The frozen date of AH 978, translating into 1570 in the Gregorian calendar, is a good give away for an old dokdo from the Indian princely state of Nawanagar (today known as Jamnagar). Typically around 7-8 grams, these chunky coins were struck from the late 1500s through to the early or mid 1800s, all with the same frozen date referring to the accession year of Muzaffar Shah III of the Gujarat Sultanate. His coins circulated widely, and the design was copied again and again until the '9' became a blundered vertical line. The 'V' and ' ' shapes for '7 and '8' are still legible. The same frozen date can be seen on the coinage of other princely states of northern India. Values for these coins follow below:
What a magnificent coin, Moe! That's a pleasing design if I ever saw one. The double-headed eagle looks as fierce as ever, and the big, bold lettering on the reverse even offers a dual denomination, allowing the coin to circulate within both Polish and Russian spheres of economical influence.
These are big, bold and beautiful pieces struck in silver during the reign of Tsar Nicholas I of Russia weight, diameters, and values for both the 5 and 10 zlotych denominations follow below. The values are for all dates except when specifically mentioned.
Hi Bobby -- Your aluminum coin catalogs for less than one US dollar. These coins were minted by Germany as the Weimar Republic after the end of the first World War.
The majority of the dates and mint marks of the series are worth $1 or $2 US dollars at most even in well preserved condition. In fully uncirculated condition, they might fetch $5 US dollars from a keen collector.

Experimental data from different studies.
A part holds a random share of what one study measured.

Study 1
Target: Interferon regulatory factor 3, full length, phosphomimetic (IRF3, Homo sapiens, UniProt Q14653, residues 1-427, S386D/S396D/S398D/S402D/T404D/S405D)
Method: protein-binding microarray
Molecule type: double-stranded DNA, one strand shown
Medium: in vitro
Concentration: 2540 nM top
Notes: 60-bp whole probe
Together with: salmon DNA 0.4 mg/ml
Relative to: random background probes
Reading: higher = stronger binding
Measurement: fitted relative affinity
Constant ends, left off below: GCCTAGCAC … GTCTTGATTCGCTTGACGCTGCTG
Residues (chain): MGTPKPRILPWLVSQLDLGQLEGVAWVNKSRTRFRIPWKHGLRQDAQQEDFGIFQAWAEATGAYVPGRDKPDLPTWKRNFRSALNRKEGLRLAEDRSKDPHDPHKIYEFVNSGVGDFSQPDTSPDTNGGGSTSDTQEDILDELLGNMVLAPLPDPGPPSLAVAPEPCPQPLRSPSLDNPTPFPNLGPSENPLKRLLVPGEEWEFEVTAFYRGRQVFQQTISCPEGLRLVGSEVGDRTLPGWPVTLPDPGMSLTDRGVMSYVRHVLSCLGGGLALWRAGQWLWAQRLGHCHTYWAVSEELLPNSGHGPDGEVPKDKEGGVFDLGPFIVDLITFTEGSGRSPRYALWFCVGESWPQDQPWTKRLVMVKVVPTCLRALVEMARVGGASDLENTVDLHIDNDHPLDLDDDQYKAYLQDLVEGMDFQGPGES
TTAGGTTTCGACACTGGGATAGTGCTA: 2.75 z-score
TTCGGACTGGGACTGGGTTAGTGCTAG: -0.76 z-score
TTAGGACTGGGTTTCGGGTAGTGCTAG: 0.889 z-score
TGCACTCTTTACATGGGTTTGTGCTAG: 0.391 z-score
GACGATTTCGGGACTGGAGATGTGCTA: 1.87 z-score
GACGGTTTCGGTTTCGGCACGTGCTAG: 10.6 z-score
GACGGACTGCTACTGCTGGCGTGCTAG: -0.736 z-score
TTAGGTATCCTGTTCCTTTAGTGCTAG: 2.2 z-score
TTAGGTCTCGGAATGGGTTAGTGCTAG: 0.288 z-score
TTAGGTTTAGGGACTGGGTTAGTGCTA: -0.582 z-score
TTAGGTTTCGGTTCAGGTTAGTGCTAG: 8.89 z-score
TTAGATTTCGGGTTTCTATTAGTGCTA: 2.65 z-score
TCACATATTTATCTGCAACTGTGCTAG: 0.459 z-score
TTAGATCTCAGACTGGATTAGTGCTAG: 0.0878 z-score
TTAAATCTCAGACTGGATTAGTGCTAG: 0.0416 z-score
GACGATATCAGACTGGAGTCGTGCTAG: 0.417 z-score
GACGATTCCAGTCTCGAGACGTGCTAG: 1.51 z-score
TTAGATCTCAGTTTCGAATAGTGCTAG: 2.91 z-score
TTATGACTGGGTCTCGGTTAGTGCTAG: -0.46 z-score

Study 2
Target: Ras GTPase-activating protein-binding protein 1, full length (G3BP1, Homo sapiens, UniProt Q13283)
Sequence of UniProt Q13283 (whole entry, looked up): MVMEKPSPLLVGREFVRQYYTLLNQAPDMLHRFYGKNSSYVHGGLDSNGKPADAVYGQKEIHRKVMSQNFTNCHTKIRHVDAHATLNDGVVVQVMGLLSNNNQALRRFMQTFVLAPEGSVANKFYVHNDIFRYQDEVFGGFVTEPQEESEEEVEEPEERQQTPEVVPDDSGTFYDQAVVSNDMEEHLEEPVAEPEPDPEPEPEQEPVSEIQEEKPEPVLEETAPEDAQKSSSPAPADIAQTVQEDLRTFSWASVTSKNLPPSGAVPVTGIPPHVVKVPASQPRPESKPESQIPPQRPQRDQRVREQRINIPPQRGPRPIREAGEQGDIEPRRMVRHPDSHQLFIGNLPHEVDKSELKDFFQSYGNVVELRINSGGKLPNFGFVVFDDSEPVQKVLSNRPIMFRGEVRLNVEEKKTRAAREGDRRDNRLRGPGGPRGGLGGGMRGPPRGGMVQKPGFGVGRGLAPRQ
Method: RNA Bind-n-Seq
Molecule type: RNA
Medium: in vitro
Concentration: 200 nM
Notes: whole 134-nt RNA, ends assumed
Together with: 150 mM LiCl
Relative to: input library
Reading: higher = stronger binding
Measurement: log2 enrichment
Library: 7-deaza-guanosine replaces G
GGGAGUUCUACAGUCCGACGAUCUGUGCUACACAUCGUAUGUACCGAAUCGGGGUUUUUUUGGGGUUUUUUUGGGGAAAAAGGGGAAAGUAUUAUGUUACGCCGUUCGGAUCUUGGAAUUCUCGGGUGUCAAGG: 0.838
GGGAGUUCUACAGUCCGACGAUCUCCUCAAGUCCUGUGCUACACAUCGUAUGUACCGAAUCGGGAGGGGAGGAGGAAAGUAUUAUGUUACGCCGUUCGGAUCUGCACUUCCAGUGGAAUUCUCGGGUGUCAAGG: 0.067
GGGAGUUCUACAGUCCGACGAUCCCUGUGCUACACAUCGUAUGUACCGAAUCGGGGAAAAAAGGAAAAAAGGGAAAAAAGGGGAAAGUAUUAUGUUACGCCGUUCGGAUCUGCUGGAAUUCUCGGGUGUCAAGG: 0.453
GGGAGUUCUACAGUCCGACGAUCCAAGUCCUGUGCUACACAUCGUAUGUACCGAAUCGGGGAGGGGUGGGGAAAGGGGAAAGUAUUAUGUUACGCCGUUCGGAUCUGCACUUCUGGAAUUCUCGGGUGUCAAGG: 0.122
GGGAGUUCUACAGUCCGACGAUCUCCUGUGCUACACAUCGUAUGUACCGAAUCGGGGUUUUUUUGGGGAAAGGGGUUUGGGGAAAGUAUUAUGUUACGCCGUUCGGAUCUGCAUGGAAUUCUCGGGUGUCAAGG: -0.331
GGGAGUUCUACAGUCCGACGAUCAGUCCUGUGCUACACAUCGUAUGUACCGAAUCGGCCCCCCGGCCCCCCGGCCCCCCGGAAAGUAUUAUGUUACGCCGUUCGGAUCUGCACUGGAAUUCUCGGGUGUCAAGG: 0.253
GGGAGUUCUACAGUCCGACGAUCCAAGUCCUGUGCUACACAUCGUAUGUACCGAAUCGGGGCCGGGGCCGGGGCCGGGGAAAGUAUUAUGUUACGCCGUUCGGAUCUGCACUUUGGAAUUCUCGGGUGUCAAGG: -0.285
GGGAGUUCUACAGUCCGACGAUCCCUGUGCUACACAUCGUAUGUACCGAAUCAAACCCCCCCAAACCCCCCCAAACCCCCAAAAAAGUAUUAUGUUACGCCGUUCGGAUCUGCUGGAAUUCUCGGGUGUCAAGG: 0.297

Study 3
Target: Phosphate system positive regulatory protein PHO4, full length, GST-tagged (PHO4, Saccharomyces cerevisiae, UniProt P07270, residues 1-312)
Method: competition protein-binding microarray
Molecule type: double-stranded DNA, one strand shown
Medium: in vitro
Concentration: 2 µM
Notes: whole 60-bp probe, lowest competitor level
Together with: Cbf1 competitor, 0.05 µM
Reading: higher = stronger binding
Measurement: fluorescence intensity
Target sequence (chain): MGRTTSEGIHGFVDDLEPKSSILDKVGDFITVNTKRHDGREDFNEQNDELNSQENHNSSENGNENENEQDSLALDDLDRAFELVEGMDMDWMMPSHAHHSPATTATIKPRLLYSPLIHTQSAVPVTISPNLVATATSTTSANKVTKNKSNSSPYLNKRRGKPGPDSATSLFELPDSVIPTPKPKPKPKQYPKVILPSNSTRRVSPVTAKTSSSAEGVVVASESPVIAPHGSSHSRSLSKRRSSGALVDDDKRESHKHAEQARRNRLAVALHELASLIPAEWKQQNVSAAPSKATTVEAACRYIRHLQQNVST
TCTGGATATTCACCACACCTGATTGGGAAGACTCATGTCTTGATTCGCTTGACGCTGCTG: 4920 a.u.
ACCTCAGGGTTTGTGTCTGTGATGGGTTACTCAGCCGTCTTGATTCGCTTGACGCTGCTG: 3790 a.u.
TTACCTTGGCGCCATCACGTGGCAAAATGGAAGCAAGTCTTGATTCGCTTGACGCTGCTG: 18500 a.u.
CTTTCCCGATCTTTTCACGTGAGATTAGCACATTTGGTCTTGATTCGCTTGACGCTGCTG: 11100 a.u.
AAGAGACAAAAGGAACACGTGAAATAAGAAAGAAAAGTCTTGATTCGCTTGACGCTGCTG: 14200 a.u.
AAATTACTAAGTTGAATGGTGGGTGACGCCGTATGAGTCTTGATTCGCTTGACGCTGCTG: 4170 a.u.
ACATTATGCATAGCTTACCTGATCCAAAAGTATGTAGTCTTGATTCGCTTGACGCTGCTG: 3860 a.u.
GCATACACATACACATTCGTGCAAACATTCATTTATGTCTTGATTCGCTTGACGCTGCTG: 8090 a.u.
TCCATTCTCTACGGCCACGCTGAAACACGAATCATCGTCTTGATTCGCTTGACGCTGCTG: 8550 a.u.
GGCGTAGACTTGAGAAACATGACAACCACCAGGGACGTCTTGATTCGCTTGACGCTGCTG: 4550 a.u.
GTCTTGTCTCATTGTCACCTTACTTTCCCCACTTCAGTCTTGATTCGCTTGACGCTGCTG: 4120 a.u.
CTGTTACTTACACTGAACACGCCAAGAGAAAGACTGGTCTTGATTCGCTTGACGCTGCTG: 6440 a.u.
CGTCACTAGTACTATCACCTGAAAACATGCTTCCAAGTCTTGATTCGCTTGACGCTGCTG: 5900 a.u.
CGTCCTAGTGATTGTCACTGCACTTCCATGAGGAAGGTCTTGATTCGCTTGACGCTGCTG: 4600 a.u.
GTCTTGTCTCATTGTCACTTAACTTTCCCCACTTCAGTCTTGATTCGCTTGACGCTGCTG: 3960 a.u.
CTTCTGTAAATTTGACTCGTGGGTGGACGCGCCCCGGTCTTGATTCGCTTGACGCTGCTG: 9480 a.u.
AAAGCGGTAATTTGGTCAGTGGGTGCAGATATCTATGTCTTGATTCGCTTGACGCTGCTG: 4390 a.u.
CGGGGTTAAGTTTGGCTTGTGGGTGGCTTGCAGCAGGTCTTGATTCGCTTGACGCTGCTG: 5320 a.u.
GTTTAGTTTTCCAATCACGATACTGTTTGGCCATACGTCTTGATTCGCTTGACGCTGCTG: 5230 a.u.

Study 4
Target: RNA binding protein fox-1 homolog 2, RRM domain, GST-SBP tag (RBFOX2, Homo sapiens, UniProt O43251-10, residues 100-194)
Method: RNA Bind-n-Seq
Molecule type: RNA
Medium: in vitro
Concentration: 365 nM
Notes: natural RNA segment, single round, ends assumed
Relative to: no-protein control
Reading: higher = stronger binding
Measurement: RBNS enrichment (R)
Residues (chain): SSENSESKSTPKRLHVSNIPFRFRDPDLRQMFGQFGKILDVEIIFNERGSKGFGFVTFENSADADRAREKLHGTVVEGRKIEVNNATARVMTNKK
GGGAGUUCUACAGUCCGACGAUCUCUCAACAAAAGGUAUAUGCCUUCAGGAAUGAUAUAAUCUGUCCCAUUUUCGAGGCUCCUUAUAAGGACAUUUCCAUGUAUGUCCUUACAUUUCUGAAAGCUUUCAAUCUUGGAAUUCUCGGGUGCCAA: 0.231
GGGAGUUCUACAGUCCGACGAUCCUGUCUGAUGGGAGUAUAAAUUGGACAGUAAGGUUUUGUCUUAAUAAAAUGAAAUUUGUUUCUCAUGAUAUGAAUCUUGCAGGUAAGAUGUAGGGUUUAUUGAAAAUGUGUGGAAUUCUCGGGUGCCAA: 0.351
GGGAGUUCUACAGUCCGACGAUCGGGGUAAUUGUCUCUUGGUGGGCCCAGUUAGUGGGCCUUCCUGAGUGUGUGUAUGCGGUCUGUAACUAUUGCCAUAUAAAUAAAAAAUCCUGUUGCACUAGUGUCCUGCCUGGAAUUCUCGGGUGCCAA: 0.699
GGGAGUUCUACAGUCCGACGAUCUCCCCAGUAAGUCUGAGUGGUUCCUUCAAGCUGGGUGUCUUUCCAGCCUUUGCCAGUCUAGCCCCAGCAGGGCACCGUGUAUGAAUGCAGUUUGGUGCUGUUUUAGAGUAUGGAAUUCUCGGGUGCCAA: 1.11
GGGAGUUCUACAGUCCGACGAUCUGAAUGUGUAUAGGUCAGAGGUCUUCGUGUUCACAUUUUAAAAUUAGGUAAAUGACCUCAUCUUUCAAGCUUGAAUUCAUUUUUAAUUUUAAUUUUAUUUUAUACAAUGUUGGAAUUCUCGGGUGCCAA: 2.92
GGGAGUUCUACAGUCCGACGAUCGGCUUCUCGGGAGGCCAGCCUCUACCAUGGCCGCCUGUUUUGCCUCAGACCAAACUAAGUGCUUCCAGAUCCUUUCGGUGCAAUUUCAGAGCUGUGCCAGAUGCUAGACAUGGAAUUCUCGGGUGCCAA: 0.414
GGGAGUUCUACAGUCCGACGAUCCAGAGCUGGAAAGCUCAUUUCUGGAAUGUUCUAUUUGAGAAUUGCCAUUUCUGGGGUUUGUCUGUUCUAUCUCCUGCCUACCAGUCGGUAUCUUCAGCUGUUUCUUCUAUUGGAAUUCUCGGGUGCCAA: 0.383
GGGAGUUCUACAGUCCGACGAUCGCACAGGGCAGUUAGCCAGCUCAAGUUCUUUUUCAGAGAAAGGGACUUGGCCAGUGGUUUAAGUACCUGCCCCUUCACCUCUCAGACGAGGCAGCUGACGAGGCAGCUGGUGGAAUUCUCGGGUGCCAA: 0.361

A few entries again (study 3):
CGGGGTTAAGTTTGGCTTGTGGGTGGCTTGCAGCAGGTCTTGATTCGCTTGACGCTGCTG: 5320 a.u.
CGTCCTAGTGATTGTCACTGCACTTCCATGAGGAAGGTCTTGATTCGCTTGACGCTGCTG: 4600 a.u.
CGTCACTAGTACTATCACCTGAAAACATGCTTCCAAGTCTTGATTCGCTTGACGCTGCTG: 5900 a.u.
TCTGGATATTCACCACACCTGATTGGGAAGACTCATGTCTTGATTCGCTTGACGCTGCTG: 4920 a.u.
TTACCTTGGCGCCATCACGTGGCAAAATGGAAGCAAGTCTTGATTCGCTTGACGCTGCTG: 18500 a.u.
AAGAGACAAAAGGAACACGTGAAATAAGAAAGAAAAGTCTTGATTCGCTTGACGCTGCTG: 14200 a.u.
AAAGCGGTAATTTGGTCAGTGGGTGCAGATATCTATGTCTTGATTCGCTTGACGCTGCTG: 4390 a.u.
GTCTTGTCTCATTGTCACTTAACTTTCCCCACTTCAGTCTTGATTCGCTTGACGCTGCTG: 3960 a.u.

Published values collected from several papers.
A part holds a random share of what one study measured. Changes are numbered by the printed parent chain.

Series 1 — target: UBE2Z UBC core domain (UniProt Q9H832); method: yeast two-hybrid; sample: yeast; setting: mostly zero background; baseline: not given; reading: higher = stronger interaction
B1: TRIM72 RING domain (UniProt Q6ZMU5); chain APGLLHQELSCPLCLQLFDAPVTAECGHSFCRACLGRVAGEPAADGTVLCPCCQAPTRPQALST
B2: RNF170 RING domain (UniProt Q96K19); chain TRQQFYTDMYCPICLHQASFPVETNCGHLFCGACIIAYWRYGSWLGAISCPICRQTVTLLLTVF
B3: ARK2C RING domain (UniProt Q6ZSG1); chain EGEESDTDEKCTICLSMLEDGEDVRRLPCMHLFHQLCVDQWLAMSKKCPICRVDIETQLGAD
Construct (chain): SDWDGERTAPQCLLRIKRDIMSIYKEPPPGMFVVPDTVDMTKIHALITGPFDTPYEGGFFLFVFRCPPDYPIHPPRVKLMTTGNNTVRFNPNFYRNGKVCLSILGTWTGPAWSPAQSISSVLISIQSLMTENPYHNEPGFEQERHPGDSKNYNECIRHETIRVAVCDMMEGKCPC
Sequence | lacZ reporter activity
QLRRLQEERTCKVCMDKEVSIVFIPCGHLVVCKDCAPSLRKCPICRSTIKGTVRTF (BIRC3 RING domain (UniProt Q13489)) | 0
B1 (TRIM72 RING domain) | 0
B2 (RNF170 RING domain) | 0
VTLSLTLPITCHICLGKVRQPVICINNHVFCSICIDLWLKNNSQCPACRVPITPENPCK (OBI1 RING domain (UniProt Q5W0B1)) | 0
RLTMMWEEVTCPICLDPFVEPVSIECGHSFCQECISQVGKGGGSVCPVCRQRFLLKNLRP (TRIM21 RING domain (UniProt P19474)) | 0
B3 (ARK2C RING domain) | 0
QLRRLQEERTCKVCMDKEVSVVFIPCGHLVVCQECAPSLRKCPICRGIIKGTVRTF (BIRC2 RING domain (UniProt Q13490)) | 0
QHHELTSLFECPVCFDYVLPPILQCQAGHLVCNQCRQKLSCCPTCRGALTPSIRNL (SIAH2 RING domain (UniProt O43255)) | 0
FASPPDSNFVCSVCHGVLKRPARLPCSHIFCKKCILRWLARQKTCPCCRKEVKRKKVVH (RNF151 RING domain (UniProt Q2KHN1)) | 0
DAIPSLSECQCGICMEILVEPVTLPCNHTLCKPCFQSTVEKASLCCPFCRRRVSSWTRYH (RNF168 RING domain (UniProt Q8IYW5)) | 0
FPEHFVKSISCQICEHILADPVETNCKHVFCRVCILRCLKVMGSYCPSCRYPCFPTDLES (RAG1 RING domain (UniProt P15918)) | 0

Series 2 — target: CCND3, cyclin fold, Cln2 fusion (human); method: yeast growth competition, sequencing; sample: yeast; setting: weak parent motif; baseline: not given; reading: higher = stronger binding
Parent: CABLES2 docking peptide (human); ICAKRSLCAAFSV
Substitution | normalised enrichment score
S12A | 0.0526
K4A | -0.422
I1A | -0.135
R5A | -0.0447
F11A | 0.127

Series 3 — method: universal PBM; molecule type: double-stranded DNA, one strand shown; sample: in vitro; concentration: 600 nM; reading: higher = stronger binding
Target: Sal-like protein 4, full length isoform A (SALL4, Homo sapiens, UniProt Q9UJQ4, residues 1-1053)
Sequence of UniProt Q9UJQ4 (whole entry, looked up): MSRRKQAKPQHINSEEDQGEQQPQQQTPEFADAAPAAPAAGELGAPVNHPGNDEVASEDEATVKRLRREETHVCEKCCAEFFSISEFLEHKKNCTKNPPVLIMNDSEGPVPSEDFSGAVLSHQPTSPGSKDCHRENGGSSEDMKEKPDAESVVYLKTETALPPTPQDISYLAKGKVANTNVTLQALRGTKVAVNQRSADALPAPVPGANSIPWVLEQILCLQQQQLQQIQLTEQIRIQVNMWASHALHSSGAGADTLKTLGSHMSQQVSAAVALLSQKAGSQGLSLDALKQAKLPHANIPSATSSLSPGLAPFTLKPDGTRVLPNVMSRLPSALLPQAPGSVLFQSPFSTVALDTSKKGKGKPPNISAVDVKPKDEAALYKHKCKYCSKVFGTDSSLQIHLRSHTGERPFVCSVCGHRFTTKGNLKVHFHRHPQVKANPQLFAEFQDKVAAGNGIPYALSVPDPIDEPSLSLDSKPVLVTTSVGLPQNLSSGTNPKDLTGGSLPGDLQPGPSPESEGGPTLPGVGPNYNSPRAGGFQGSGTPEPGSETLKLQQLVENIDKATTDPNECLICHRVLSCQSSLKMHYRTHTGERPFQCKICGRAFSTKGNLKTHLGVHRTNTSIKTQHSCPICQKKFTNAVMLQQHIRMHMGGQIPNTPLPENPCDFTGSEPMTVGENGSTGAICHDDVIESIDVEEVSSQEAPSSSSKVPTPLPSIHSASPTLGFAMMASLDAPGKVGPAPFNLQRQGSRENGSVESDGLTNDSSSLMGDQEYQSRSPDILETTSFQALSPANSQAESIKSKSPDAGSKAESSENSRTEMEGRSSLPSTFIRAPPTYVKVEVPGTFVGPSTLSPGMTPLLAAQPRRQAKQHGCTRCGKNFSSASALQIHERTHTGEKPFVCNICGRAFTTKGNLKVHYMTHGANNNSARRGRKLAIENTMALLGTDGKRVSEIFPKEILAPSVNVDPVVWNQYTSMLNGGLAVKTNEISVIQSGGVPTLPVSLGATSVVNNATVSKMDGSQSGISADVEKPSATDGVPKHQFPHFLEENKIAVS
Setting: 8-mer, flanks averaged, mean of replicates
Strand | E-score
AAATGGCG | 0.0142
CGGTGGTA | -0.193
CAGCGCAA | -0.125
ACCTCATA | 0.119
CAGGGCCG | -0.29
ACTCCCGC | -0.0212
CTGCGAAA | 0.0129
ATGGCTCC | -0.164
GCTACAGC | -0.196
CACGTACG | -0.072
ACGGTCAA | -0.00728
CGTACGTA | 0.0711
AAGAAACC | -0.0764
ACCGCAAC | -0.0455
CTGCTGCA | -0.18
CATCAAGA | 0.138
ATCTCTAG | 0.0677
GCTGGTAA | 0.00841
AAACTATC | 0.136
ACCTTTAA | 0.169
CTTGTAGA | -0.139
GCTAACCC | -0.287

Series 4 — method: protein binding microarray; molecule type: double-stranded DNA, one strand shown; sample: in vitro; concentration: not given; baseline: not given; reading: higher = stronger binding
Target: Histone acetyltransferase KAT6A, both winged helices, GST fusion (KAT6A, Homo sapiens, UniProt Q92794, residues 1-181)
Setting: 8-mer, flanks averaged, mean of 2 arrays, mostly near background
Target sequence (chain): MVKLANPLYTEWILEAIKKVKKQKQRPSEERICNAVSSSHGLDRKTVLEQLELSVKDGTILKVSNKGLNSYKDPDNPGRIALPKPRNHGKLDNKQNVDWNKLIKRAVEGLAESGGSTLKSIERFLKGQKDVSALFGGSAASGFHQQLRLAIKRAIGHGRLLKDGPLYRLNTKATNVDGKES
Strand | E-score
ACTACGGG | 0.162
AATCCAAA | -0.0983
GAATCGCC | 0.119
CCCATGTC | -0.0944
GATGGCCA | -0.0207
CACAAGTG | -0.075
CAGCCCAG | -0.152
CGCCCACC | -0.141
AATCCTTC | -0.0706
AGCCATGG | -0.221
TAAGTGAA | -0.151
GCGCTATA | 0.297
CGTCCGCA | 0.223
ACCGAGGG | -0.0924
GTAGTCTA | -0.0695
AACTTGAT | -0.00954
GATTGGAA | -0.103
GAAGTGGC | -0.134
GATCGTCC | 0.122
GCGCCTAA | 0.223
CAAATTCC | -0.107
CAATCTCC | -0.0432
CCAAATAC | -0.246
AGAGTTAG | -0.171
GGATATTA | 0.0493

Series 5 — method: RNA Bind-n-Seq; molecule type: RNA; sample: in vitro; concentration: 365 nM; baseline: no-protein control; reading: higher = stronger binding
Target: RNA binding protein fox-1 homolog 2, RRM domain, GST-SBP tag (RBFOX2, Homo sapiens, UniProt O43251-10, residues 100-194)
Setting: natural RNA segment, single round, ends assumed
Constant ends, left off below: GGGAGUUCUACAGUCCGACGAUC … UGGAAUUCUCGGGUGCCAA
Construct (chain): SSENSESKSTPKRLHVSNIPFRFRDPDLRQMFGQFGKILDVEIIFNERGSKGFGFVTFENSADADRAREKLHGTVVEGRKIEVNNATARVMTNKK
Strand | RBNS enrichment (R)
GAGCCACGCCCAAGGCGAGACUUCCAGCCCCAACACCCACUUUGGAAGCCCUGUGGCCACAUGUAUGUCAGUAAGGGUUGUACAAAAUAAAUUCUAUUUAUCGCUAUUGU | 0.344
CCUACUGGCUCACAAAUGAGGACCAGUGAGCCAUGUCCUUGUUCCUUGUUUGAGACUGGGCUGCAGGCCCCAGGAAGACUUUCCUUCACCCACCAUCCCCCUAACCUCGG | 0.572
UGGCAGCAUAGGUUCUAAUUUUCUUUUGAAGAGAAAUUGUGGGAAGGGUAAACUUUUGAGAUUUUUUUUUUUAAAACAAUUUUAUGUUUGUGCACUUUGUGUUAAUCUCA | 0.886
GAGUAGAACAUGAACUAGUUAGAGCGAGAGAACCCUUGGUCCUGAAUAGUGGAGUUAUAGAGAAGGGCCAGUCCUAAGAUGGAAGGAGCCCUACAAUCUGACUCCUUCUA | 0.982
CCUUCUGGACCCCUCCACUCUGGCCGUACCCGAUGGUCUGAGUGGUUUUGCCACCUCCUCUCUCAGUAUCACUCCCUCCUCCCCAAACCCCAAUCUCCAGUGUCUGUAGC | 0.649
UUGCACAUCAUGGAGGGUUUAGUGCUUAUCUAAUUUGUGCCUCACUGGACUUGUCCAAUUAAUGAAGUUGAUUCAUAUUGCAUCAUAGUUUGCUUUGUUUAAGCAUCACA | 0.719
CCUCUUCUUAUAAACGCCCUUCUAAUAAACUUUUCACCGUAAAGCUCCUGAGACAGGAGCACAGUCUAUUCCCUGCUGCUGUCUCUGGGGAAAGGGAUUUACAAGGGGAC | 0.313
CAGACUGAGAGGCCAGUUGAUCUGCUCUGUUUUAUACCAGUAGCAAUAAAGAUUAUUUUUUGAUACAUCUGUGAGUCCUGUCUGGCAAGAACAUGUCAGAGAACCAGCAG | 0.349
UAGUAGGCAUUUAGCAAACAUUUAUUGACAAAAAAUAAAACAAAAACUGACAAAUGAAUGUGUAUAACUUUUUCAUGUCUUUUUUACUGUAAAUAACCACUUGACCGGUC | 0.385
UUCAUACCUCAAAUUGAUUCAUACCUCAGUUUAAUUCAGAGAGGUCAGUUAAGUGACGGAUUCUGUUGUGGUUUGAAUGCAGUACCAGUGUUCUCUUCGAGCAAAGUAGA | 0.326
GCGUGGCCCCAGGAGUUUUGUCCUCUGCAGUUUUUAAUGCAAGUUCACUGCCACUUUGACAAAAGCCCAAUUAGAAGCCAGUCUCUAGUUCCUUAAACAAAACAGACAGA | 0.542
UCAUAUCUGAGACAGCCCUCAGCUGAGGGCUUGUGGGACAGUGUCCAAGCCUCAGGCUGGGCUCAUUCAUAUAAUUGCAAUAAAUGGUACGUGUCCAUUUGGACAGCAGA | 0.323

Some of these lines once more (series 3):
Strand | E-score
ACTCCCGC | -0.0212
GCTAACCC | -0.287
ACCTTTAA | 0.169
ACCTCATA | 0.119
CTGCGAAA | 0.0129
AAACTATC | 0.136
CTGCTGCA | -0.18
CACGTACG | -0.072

However some of these coins were minted in much lower numbers; for 50 pfennig coins in aluminum dated 1919 with a mint mark of D, E, G or J, multiply the above values by two.
These are interesting little coins. They are made of billon, which is an alloy containing a little bit of silver and a lot of base metal, such as copper. They come from a region in the upper-central part of Germany that had been issuing coins since around the year 1175. These 4 pfennig coins show the date and value on the reverse. The obverse shows a crowned GR monogram with the mintmaster's initials underneath (for example, our requester Buster noted that there was an 'IWS' on his coin; these letters refer to mintmaster Johann Wilhelm Schlemm).
Yo, Ape -- Only if your coin is in superb numismatic (coin collector) condition, like the one in our picture, would a collector be willing to pay a premium for it. Maybe $1 or $2 US. Otherwise your coin is worth face value. It commemorates the 100th anniversary of the Canadian Confederation.
Your coin is worth face value, Barbara. A collector might pay a couple US dollars to add a fully uncirculated example to his or her collection. The picture shows a proof coin from Singapore. These are minted especially for collectors and never see regular circulation. It turns out the proof Singapore 20 cents is made of 92.5% pure silver (sterling silver) and therefore gets value from its bullion content, about $3.60 for silver at around $23 per troy ounce. Use a website like kitco.com to find the current price of silver - it changes every day.